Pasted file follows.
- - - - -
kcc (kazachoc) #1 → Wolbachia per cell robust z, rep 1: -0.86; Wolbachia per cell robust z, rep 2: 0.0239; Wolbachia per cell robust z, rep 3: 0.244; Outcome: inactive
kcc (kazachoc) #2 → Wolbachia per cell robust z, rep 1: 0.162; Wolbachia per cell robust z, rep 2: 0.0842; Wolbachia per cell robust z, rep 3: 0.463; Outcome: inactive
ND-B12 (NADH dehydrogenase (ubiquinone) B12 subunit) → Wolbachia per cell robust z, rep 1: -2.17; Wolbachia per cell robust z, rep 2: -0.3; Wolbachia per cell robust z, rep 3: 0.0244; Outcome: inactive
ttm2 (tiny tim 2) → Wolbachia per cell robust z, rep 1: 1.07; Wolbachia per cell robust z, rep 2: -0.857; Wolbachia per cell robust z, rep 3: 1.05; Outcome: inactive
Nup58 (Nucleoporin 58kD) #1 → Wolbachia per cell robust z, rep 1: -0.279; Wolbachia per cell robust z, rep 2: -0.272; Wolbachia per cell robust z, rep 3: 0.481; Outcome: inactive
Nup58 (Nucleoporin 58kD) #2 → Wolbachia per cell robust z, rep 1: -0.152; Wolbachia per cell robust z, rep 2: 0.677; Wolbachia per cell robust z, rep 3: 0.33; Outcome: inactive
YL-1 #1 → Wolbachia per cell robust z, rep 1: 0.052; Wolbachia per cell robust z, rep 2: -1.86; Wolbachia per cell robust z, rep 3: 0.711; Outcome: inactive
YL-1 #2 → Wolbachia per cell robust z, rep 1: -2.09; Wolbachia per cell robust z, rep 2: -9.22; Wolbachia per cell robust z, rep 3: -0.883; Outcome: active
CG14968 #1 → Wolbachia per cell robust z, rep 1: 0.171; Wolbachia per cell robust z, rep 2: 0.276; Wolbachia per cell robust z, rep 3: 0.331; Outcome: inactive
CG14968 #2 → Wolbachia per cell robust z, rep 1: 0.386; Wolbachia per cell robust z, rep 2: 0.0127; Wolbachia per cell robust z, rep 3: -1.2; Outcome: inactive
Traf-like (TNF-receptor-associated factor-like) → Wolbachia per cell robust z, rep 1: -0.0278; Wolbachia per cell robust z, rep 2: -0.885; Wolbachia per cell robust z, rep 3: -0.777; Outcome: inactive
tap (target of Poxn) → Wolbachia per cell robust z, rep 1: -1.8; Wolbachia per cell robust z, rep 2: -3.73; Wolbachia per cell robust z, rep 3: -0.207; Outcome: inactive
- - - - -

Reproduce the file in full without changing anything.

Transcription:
kcc (kazachoc) #1 → Wolbachia per cell robust z, rep 1: -0.86; Wolbachia per cell robust z, rep 2: 0.0239; Wolbachia per cell robust z, rep 3: 0.244; Outcome: inactive
kcc (kazachoc) #2 → Wolbachia per cell robust z, rep 1: 0.162; Wolbachia per cell robust z, rep 2: 0.0842; Wolbachia per cell robust z, rep 3: 0.463; Outcome: inactive
ND-B12 (NADH dehydrogenase (ubiquinone) B12 subunit) → Wolbachia per cell robust z, rep 1: -2.17; Wolbachia per cell robust z, rep 2: -0.3; Wolbachia per cell robust z, rep 3: 0.0244; Outcome: inactive
ttm2 (tiny tim 2) → Wolbachia per cell robust z, rep 1: 1.07; Wolbachia per cell robust z, rep 2: -0.857; Wolbachia per cell robust z, rep 3: 1.05; Outcome: inactive
Nup58 (Nucleoporin 58kD) #1 → Wolbachia per cell robust z, rep 1: -0.279; Wolbachia per cell robust z, rep 2: -0.272; Wolbachia per cell robust z, rep 3: 0.481; Outcome: inactive
Nup58 (Nucleoporin 58kD) #2 → Wolbachia per cell robust z, rep 1: -0.152; Wolbachia per cell robust z, rep 2: 0.677; Wolbachia per cell robust z, rep 3: 0.33; Outcome: inactive
YL-1 #1 → Wolbachia per cell robust z, rep 1: 0.052; Wolbachia per cell robust z, rep 2: -1.86; Wolbachia per cell robust z, rep 3: 0.711; Outcome: inactive
YL-1 #2 → Wolbachia per cell robust z, rep 1: -2.09; Wolbachia per cell robust z, rep 2: -9.22; Wolbachia per cell robust z, rep 3: -0.883; Outcome: active
CG14968 #1 → Wolbachia per cell robust z, rep 1: 0.171; Wolbachia per cell robust z, rep 2: 0.276; Wolbachia per cell robust z, rep 3: 0.331; Outcome: inactive
CG14968 #2 → Wolbachia per cell robust z, rep 1: 0.386; Wolbachia per cell robust z, rep 2: 0.0127; Wolbachia per cell robust z, rep 3: -1.2; Outcome: inactive
Traf-like (TNF-receptor-associated factor-like) → Wolbachia per cell robust z, rep 1: -0.0278; Wolbachia per cell robust z, rep 2: -0.885; Wolbachia per cell robust z, rep 3: -0.777; Outcome: inactive
tap (target of Poxn) → Wolbachia per cell robust z, rep 1: -1.8; Wolbachia per cell robust z, rep 2: -3.73; Wolbachia per cell robust z, rep 3: -0.207; Outcome: inactive